Sidney Herald: Tester says a path still exists to get Keystone built
Sen. Jon Tester believes there is still a chance for the Keystone Pipeline to get built, despite the Biden administration’s recent decision killing the pipeline’s authorization to cross in to the United States. Tester told the Sidney Herald during his statewide rural call that he is working to influence people around the president, who he believes will be able to sway Biden to change his mind.
“I don’t want to give anyone false hope,” Tester said. “I but I just talked to the Prime Minster, and I don’t think this project is dead yet. There is still opportunity to bring people together, so I’m working to bring (Premier of Saskatchewan Scott Moe) together with the Biden administration.”
Tester said he believes if he can get the right people to the table to talk about what the pipeline is really all about, that can help shift the narrative more to the middle and the practical realities that are out there.
“There are hundreds of pipelines that go across that border.” Tester said. “And it’s much safer to put (oil and gas) into a pipe than it is a train or a truck.”
Tester added that while he is for the energy “adaptations” that Democrats want to make – shifting to renewables and away from fossil fuels for energy – the nation is just not there yet, and won’t be for some time.
“Until we get there, we need oil and coal and carbon-based energies,” he said. “So we are going to try to keep influencing the folks who influence the president, because I think that is where the action is right now.”
As far as recent legislation introduced by his colleagues in the Montana Congressional delegation, to congressionally authorize Keystone, Tester said he’s not sure what chances that would have to become law. The measure would obviously have to gain enough support to overcome a potential veto by the Biden administration.
“I don’t know about the legislation per se,” Tester said. “But I do think we still have a chance to get this pipeline built.”
Tester has also been working to get the Amtrak passenger rail service rolling again, and recently introduced legislation to reinstate furloughed Amtrak employees and return complete long-distance service to routes like the Empire Builder.
“The service reductions Amtrak put in place have devastated communities along the Highline,” Tester said.
“Long-distance Amtrak service creates good paying jobs on the Hi-Line, generates revenue for Montana’s frontier communities, and keeps folks connected with family and friends across the country,” Tester said in a recent media release. “These cuts were an unacceptable attack on rural America, and my legislation will right that wrong by reinstating Montana’s furloughed Amtrak employees and restoring full long-distance service to the Empire Builder. Our state has been hit hard by the pandemic, and my bill will help put our economy back on track and get Montanans back to work.”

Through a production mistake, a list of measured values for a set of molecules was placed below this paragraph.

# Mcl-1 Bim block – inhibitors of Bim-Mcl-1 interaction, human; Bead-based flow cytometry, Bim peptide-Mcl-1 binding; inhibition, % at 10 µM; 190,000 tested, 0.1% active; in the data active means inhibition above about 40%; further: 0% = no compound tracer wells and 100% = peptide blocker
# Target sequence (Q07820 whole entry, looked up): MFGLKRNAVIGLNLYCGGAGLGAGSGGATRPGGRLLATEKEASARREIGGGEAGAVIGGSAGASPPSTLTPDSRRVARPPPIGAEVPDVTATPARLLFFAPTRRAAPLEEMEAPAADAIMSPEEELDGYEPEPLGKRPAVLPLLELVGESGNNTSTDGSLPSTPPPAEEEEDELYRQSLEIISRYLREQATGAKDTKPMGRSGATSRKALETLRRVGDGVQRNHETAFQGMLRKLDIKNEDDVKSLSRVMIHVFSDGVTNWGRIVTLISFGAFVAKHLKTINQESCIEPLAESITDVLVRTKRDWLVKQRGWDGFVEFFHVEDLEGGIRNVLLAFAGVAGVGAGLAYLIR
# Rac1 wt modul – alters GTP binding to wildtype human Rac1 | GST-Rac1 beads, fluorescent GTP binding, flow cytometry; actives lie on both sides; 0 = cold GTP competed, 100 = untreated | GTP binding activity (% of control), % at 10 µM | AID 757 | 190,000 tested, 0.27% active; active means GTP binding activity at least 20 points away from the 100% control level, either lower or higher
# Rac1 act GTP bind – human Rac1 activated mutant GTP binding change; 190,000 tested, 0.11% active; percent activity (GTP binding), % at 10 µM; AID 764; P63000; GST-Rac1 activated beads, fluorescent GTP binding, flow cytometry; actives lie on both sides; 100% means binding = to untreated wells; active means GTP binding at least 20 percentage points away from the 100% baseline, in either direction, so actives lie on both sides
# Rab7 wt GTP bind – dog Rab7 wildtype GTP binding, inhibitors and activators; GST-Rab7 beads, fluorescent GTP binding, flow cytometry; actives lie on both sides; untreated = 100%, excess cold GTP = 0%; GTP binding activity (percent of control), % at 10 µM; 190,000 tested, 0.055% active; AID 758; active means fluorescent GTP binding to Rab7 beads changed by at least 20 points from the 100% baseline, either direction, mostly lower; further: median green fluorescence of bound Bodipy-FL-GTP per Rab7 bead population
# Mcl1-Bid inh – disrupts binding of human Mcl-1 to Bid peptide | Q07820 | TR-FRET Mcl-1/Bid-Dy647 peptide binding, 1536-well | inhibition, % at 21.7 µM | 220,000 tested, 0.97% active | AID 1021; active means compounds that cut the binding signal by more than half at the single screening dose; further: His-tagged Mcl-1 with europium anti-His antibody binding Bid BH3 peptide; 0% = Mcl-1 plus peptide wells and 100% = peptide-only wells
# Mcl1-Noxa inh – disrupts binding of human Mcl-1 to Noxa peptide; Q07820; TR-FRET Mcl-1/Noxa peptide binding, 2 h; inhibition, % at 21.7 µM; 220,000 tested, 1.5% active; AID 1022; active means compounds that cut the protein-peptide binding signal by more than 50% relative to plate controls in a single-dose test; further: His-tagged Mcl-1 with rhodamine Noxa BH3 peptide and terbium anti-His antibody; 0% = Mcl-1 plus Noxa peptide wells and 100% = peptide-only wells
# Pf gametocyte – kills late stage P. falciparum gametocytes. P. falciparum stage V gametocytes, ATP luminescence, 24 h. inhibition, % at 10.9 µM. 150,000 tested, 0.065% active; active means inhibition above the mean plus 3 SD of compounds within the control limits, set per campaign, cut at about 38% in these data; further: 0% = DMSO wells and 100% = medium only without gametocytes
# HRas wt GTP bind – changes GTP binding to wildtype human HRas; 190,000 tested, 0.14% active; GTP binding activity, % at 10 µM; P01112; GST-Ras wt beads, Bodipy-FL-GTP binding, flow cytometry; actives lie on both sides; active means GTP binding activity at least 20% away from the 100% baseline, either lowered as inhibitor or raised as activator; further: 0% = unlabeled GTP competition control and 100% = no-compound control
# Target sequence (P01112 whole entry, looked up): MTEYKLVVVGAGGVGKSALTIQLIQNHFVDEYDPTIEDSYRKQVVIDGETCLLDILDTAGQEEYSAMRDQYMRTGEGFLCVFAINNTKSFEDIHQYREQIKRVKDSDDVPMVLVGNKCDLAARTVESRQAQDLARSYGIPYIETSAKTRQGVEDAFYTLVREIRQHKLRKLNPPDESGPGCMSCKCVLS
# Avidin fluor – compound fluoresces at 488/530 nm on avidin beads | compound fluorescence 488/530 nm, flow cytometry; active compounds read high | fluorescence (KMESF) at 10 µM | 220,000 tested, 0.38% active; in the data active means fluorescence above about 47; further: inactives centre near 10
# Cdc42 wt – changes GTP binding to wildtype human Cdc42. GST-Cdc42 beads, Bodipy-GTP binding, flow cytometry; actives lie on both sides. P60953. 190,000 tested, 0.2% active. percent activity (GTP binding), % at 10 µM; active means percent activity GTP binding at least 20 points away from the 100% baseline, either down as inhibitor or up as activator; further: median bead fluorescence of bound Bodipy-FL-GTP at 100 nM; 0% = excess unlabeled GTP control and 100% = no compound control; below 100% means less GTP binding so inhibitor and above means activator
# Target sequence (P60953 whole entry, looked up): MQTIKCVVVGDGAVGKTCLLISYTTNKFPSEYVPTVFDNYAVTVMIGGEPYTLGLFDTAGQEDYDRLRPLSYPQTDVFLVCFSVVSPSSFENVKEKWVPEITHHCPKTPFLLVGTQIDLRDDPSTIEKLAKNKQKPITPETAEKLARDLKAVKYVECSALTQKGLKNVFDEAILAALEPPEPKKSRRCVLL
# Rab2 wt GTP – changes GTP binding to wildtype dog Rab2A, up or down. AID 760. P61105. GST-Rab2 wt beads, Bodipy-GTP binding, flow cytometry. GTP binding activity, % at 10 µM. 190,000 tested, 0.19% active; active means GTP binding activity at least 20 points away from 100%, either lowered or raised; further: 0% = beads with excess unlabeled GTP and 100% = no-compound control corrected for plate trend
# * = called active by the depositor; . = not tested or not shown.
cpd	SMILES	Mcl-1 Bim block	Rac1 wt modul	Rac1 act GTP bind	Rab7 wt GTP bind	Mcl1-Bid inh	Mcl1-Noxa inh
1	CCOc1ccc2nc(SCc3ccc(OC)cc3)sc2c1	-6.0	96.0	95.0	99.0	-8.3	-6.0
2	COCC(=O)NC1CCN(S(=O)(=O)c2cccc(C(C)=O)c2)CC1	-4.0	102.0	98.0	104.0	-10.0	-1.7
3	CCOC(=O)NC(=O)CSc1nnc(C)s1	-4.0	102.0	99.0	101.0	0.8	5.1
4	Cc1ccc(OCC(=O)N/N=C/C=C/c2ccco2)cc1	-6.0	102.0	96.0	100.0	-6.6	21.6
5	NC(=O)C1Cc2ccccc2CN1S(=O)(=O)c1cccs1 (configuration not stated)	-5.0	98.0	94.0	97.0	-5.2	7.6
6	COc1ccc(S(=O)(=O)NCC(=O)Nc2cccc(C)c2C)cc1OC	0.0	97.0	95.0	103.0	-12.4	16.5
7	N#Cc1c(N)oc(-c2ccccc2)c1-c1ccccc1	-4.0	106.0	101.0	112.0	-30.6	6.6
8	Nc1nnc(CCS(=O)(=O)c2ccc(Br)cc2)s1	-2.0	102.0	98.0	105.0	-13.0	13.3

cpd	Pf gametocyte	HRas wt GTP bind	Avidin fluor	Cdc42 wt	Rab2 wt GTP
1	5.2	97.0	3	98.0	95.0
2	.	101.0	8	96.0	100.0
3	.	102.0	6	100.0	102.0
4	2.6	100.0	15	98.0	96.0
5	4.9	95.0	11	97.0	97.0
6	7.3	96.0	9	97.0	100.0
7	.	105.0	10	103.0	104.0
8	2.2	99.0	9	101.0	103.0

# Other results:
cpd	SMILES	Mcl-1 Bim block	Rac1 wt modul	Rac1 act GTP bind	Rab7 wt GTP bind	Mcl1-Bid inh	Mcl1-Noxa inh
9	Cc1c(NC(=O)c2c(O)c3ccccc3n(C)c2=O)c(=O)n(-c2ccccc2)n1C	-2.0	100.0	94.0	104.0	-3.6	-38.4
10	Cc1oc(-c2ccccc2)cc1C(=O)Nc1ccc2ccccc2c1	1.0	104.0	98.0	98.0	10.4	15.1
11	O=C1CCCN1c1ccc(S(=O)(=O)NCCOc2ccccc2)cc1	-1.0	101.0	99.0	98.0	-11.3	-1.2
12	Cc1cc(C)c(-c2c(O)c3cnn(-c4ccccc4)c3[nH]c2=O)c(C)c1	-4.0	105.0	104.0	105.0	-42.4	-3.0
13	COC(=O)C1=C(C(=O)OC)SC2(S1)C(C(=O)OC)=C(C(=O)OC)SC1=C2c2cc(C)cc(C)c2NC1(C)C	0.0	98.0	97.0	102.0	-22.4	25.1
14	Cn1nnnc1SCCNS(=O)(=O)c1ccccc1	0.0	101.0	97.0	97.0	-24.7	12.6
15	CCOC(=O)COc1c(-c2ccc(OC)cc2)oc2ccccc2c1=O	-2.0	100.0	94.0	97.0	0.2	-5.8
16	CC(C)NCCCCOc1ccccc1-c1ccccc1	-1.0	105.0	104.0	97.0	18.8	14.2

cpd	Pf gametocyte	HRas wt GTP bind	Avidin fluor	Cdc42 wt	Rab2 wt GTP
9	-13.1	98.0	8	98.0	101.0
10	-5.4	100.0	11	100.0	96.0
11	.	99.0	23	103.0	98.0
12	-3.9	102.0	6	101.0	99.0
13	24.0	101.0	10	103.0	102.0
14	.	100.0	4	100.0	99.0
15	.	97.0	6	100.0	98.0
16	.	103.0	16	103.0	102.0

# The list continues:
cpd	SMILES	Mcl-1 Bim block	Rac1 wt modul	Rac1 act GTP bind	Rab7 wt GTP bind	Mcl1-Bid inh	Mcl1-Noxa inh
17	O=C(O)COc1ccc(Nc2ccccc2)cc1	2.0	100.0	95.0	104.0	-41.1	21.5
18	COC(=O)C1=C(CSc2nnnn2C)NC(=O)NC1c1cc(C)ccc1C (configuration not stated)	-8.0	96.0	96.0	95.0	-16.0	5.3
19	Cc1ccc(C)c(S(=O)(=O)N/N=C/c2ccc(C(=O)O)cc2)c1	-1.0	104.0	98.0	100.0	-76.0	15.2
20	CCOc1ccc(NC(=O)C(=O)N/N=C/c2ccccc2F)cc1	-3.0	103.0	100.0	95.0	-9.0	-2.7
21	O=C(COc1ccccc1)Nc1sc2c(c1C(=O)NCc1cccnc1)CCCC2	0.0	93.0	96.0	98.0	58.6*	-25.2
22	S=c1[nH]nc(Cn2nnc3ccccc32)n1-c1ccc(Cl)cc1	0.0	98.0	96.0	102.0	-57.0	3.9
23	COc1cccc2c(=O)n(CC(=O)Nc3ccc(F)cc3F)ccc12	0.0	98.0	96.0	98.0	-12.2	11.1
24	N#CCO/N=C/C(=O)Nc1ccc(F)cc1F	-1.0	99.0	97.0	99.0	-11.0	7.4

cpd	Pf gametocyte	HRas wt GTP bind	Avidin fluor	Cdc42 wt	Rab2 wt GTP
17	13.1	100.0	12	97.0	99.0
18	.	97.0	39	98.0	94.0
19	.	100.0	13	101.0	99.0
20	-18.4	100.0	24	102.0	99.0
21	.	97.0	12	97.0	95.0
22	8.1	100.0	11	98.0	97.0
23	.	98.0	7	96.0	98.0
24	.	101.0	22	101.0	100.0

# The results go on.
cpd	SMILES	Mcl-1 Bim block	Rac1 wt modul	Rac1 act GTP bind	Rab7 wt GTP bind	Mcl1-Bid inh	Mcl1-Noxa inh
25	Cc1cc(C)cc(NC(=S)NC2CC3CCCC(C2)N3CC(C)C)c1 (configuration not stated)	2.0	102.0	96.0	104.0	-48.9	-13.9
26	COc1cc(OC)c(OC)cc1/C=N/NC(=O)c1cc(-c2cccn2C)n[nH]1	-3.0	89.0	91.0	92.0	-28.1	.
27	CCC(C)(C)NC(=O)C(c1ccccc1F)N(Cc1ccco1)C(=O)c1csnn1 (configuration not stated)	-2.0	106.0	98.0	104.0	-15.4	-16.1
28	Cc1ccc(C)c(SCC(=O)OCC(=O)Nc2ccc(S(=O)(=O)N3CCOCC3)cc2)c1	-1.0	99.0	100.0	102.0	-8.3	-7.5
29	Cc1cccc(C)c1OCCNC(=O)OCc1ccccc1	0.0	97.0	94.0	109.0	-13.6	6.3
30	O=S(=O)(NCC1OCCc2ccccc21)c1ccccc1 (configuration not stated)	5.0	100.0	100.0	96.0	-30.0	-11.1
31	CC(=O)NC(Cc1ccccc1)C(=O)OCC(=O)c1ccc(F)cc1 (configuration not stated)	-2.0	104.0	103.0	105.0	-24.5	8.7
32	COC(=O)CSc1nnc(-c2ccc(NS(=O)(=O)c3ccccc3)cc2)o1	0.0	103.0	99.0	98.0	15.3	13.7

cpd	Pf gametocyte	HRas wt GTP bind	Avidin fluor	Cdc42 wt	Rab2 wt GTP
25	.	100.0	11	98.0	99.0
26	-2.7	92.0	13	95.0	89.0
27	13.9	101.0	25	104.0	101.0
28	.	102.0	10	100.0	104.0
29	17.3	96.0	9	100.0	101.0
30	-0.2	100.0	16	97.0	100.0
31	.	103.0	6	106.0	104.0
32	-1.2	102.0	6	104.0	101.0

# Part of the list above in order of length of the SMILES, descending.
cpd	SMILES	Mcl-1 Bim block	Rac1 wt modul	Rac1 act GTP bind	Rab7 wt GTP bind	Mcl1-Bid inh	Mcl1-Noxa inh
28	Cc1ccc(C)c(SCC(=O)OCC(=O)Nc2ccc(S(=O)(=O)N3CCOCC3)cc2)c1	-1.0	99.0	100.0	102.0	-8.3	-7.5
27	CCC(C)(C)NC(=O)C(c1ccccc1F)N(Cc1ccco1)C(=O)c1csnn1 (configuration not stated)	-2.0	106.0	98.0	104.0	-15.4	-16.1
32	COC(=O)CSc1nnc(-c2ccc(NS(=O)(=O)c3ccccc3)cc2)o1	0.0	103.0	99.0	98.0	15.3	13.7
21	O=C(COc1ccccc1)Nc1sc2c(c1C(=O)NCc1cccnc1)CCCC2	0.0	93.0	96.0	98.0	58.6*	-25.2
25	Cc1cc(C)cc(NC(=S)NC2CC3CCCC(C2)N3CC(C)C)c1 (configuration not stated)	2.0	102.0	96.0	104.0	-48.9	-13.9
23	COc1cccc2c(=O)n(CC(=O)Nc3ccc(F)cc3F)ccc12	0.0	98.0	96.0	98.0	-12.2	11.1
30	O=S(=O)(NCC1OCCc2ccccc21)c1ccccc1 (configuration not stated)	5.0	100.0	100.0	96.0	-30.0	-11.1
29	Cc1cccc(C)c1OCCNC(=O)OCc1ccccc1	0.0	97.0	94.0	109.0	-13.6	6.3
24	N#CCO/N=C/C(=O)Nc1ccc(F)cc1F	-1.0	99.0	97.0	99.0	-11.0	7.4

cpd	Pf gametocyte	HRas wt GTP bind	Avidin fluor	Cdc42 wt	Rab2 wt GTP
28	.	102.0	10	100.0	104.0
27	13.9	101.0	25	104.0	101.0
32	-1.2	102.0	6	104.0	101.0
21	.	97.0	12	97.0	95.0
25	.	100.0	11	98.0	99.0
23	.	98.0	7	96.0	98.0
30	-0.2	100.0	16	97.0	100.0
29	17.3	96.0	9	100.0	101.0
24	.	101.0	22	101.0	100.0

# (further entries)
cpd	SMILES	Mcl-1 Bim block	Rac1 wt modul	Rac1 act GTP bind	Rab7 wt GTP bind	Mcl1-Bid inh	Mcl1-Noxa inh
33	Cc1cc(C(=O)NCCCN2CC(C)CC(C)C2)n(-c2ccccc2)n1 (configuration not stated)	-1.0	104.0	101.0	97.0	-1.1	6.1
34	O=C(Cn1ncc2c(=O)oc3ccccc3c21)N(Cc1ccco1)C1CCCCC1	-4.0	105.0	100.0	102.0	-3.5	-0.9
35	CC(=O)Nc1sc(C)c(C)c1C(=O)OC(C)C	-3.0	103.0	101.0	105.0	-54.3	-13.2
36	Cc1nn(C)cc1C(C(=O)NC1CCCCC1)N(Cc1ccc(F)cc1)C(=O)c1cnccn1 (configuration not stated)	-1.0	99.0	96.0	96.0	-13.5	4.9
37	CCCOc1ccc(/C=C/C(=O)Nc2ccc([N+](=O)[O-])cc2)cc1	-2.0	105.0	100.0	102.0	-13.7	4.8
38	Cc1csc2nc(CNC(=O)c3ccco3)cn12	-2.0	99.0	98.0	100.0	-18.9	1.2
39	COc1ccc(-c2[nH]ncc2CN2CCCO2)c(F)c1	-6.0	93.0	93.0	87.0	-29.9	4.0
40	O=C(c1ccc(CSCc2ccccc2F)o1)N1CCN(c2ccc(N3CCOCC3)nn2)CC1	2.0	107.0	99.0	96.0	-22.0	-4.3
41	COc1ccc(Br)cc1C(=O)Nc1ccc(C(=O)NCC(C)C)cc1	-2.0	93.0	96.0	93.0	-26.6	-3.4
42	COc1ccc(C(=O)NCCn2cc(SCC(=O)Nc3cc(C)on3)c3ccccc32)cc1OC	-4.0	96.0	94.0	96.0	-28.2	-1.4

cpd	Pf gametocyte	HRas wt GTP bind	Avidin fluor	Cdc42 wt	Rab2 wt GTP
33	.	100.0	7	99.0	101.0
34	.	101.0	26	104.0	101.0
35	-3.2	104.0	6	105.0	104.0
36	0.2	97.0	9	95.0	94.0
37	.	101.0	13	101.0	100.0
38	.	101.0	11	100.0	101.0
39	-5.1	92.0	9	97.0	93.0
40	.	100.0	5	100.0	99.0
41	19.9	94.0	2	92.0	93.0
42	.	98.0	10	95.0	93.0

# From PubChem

That bill is so far getting bipartisan support in the region, Tester said during his rural call.
On vaccinations, Tester said he will continue to push for Montanan to get its fair share of vaccine, and said progress has been made on getting more vaccine to veterans in the state.
The day is coming soon, the Senator added, when getting shots to people is going to boil down to an education campaign, rather than supply issues.
“People are receiving some bad information, which I think is making them not want to take the shot,” he said. “And I think it is critically important that we get as many folks as possible to take it.”
Tester himself recently got the the shots, he added.
“My ar was sore for a bit, but the truth is (getting the shot) was like taking a giant weight off my shoulder,” he said.
Those who have underlying conditions especially need to get the shot, Tester added.
“I’ve talked to some folks in diabetes prevention, and they said the incidence of diabetes goes up if you have had COVID. That is something people need to know about and these vaccines can help solve that.”
But, beyond that, those who don’t get the shots are a vector for new COVID-19 variants, any one of which might mutate into something that is not only more deadly, but that the current vaccines can’t protect against.
“So far, these vaccines are effective against the variants, but there’s no saying that will continue if it can continue to morph,” Tester said. “And that would be yet another setback to our economy and our overall health.”